In the embryonic heart, the crista terminals separates what two structures?
Sinus venosus and embryonic atrium.
What structure is located in the crista terminalis?
How does fetal blood flow circulate?
Umbilical vein -> ductus venosus bypasses liver -> IVC/SVC -> foramen ovale and foramen secundum bypass right ventricle -> left atrium -> left ventricle -> aorta. Blood that does go through the right ventricle goes through the pulmonary artery and into the aorta, bypassing the lungs.
When do most congenital heart defects form?
Weeks 3-8. This is because the heart is forming at this period and often, mothers don't even know they're pregnant at this point.
What is the most common cause of congenital heart defects?
Trisomy 21. AV septal and valve defects.
What environmental factors can cause congenital heart defects?
Congenital rubella infection, gestational diabetes and teratogens.
What are the main categories of congenital heart defects?
Left to right shunt, right to left shunt and obstruction
blockage or absence of a normal opening
Instead of arching to the left the aorta is displaced to the right so that it appears to arise from both ventricles.
Why wouldn't a left to right ASD cause blue baby?
Because oxygenated blood is being shunted away and tissues continue to get oxygenated blood.
In an adult there is a hole in the atrial septum. What structure is absent?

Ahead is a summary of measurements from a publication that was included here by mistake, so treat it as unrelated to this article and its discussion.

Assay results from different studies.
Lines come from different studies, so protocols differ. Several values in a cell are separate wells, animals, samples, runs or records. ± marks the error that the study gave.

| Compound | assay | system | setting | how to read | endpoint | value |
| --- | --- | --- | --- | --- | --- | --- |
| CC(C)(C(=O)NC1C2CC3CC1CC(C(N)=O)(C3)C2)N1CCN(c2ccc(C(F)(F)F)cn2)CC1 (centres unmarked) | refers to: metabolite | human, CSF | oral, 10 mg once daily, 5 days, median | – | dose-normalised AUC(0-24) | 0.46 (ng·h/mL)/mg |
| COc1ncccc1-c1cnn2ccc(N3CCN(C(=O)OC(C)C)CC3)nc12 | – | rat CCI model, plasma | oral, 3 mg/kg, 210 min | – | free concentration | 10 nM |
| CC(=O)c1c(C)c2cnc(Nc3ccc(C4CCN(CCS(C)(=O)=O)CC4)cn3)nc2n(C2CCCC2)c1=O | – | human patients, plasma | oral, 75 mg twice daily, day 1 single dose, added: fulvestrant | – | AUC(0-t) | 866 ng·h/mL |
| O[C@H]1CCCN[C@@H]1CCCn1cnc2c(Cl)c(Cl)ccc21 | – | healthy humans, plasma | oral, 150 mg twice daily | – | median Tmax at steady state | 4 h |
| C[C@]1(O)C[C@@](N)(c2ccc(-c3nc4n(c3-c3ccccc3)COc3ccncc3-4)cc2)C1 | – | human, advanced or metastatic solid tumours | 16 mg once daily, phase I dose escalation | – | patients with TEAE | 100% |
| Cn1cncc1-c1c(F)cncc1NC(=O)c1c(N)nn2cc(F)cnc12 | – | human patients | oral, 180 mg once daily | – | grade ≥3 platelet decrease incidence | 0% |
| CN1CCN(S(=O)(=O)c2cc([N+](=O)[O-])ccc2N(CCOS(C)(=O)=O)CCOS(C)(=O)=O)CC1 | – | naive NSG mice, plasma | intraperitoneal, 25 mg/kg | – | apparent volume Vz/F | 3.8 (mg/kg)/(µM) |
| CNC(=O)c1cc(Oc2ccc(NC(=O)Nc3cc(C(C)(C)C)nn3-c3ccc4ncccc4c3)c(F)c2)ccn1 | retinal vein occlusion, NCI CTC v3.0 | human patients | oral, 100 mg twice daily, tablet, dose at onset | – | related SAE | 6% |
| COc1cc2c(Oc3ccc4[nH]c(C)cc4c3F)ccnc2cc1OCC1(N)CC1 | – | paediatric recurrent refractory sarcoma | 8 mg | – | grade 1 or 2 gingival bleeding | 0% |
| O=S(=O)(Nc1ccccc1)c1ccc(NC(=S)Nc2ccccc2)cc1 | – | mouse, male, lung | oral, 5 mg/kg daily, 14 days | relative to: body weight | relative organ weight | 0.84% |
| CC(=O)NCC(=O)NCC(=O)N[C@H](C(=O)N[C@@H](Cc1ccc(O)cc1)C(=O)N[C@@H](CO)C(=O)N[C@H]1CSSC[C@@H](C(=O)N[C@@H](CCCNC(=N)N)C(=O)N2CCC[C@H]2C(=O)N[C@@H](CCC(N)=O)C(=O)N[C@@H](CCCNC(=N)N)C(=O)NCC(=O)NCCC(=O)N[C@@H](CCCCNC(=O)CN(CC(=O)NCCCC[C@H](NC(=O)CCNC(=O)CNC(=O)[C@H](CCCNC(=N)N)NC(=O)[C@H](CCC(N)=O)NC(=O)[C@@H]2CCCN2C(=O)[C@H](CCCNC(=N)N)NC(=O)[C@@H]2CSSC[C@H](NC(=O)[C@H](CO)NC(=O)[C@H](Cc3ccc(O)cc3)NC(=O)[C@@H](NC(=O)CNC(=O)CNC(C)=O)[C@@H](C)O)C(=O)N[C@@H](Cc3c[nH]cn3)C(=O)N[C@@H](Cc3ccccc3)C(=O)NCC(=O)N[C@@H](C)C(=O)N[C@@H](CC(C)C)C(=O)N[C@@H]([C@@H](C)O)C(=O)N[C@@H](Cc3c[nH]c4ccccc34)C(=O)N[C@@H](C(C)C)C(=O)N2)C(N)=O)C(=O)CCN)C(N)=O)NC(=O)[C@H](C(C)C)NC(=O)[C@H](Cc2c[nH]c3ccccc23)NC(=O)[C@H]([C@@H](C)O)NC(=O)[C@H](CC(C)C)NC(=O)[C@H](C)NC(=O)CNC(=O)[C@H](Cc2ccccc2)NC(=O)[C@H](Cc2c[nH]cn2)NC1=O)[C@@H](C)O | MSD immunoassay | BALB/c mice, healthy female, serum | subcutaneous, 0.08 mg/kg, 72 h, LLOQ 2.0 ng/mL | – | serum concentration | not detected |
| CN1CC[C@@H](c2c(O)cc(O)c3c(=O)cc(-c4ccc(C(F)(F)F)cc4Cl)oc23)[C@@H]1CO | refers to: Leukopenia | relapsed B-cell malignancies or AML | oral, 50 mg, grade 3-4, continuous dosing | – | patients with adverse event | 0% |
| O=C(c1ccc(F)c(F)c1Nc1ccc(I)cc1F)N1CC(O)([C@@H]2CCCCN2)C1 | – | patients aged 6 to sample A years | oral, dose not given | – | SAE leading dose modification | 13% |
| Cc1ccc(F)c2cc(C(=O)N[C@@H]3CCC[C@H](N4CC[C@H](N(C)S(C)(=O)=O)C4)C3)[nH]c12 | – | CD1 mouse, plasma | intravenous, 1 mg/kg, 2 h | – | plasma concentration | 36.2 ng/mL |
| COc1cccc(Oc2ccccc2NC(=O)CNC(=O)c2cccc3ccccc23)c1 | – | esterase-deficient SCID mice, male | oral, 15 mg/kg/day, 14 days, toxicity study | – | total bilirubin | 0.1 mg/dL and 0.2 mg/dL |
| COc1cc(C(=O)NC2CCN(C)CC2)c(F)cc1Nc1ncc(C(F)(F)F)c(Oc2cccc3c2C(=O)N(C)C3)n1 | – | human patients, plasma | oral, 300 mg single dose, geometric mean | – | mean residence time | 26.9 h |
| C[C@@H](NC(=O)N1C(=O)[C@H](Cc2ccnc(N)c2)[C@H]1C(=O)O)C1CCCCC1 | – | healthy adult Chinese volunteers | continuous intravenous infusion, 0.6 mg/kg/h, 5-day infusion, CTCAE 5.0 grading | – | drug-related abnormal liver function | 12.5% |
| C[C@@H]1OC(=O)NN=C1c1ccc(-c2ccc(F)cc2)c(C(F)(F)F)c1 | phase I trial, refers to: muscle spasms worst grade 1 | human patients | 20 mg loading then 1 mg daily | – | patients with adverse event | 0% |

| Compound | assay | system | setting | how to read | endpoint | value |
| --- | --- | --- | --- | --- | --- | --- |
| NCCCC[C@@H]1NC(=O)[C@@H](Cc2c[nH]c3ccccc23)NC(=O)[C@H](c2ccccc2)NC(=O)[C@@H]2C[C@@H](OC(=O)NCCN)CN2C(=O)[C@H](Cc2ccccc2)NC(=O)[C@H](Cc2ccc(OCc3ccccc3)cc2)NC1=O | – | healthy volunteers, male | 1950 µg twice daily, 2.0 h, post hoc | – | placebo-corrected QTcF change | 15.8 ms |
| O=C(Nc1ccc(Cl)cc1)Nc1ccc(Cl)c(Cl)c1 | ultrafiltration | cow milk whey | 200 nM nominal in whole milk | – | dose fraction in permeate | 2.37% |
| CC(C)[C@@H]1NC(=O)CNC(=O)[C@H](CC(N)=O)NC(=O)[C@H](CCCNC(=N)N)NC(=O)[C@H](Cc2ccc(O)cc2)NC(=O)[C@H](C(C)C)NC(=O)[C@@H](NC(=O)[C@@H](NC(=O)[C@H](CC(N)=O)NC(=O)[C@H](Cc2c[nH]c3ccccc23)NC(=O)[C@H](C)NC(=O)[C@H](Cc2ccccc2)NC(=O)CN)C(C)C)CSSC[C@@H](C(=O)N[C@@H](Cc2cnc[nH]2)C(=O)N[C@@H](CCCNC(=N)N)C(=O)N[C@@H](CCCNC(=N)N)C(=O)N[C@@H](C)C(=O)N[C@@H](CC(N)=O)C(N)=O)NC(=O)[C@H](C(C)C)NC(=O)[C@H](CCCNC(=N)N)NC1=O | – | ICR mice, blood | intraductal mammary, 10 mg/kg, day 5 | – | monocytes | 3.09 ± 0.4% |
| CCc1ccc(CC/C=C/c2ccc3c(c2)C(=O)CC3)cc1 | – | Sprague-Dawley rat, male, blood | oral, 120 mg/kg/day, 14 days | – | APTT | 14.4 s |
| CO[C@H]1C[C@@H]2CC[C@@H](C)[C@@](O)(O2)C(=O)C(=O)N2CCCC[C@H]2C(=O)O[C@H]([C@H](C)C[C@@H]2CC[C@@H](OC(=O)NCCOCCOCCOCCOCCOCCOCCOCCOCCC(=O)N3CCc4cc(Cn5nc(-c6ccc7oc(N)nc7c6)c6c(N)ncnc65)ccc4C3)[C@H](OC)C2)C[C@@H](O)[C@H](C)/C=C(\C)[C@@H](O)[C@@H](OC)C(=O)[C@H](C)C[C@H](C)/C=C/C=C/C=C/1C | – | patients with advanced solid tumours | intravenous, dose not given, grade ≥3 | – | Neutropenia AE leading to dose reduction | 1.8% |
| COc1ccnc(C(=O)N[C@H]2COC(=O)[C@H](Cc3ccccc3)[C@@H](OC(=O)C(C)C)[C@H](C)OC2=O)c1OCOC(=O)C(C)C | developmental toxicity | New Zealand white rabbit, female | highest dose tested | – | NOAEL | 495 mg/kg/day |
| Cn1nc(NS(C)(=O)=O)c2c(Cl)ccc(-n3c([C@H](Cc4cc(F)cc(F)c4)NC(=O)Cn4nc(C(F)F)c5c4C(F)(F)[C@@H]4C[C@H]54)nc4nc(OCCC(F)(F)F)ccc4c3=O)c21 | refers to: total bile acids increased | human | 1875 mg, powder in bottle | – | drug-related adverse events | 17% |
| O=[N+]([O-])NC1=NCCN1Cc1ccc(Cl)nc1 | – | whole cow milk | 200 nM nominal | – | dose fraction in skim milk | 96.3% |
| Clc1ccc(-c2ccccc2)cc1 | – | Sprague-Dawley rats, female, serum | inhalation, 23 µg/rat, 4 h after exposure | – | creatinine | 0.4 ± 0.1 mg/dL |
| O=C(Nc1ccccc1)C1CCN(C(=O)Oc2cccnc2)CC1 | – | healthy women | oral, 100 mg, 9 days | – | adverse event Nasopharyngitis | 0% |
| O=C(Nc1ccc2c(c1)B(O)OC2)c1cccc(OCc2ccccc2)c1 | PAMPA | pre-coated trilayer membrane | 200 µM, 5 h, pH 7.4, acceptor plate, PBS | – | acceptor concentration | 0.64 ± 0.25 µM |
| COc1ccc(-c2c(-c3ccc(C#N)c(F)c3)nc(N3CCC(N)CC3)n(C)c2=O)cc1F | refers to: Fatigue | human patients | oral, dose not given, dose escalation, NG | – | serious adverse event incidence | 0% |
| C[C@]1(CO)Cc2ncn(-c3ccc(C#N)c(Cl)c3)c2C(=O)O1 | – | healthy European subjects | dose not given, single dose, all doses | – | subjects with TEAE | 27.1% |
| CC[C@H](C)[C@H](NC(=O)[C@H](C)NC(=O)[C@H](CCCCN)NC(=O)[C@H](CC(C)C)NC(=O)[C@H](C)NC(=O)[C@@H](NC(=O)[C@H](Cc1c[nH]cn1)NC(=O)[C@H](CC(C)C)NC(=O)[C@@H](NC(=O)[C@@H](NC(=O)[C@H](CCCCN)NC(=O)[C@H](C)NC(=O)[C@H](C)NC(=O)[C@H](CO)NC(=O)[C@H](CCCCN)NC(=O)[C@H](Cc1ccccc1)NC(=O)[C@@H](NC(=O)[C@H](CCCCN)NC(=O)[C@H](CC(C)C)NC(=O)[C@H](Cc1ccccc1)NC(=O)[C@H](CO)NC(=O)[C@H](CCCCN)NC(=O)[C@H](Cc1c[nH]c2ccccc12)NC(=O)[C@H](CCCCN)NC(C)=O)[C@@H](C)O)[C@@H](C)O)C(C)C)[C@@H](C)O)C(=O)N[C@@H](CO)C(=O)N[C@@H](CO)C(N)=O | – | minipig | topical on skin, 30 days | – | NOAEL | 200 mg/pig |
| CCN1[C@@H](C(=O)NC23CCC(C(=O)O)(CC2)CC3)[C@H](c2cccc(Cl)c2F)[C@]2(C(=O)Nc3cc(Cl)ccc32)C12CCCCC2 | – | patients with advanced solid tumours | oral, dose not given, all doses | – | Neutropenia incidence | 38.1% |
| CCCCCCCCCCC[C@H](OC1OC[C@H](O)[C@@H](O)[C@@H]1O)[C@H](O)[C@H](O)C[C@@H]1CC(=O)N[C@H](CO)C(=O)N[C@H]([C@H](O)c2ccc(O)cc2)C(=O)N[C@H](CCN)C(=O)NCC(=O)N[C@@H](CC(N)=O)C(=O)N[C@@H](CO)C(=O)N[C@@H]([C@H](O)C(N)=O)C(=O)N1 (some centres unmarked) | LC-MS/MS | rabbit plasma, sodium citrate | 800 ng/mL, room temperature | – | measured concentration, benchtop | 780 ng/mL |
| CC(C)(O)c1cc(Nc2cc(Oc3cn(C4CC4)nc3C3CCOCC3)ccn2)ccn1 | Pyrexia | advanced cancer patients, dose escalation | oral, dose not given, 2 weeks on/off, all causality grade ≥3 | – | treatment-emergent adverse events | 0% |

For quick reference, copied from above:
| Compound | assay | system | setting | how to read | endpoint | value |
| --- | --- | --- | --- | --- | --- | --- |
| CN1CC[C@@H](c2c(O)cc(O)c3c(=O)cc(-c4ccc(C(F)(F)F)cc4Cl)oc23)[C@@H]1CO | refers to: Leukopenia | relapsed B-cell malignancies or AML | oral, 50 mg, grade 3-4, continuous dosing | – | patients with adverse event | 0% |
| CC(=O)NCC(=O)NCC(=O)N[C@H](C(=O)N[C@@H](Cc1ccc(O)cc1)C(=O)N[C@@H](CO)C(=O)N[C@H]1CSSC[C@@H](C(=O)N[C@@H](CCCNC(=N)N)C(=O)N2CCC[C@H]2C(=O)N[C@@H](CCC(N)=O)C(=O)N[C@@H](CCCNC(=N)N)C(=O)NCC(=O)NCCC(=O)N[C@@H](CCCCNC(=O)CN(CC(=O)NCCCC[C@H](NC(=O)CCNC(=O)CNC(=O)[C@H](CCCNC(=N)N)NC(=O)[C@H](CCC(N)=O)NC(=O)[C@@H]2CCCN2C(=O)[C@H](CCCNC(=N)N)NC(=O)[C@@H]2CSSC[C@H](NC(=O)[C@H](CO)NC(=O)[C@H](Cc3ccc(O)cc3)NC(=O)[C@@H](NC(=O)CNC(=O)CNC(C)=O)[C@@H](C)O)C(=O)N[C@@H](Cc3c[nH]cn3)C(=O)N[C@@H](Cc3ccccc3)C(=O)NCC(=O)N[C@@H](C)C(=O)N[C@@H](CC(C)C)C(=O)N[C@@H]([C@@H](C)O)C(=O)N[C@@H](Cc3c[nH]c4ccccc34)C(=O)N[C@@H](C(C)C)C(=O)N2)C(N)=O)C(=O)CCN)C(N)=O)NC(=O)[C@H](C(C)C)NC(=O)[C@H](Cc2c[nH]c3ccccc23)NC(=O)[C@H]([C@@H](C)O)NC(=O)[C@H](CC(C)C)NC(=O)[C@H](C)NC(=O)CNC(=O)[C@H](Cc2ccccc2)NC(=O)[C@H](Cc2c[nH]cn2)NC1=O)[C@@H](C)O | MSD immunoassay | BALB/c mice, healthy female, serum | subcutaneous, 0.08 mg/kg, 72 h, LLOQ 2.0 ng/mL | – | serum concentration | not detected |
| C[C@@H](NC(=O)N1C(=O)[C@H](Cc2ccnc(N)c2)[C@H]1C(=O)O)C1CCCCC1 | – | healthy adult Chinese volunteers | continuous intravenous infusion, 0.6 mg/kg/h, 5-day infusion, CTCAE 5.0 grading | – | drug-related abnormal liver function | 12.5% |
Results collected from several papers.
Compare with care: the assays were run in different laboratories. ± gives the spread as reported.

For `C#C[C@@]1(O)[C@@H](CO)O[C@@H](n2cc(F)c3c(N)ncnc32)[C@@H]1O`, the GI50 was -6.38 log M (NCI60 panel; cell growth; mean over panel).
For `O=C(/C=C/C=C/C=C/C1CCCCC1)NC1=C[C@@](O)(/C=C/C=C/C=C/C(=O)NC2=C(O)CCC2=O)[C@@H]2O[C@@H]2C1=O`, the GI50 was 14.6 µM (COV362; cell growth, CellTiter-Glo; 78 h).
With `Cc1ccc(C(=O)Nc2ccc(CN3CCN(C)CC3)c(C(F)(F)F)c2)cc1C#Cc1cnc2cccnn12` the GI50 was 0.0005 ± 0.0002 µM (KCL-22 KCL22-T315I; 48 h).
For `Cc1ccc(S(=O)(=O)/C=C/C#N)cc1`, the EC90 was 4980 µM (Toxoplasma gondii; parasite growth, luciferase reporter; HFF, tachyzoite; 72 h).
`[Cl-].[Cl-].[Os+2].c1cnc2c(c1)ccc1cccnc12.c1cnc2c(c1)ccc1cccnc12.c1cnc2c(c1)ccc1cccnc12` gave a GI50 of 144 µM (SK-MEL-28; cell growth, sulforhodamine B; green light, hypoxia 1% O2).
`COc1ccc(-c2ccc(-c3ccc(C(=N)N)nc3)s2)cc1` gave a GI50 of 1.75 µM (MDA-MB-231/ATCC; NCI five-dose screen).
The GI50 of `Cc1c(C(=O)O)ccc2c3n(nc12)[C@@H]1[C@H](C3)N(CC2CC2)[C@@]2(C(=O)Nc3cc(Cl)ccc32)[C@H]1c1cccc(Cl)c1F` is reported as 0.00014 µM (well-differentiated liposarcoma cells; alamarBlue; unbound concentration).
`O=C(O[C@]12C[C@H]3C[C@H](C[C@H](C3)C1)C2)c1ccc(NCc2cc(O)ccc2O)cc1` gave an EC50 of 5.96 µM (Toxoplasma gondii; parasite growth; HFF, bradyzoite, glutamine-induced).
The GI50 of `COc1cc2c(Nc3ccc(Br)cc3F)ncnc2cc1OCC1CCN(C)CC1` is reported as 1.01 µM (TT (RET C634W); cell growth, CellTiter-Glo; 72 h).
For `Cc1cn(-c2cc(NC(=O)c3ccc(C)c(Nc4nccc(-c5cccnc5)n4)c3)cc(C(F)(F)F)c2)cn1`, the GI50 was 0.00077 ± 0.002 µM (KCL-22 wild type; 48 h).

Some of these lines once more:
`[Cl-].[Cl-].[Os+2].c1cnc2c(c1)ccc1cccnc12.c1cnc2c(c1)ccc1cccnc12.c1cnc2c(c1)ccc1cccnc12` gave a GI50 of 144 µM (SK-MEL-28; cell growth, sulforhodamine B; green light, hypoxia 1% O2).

Septum secundum. It is the second wall that divides the atria into two sides.
What abnormalities can cause formation of an atrial septal defect?
1) Excessive resorption of the septum primum 2) Large formation of oval foramen caused by a short septum primum 3)Septum secundum does not form 4) Common atrium
Why would someone really want their ASD corrected?
Blood clots are likely to form in the right atrium. Smaller blood clots are not as big of a problem in the lungs. If the clot can get into the left atrium, a smaller clot can easily cause a stroke.
Developmental defects in the endocardial cushions can result in what congenital heart defects?
ASD (foramen primum does not close), VSD (IV septum does not close) and AVSD (atrioventricular septum is open)
What portions of the AV valves would be absent in an AVSD?
The septal leaflet of the tricuspid and anterior leaflet of the mitral valve.
What is the most common congenital heart defect? What causes these?
VSD. 1) Deficient swelling from conotruncal septum 2) Failure of endocardial cushion fusion. 3) Insufficient development of muscular septum. This causes high pressure blood in the left to flow to the right.
How does the tetralogy of Fallot cause blue baby syndrome?
The defects ultimately result in a right to left shunt, putting deoxygenated blood into systemic circulation. 1) Pulmonary stenosis 2) Patent ductus arteriosus 3) Overriding aorta 4) interventricular septal defect 5) Enlarged right ventricle.
Where do the outflow tracts form from?
What can you give a premature baby to keep its ductus arteriosus open? When would you do this? What other structure would you hope is still there?
Prostaglandins. You would do this in the event of aortic coarctation, aortic valvular atresia, and transposition of the great vessels. You would hope the patent foramen ovale is still there so oxygenated blood can flow left to right, go out the pulmonary artery, through the ductus arteriosus, into the aorta and into the periphery.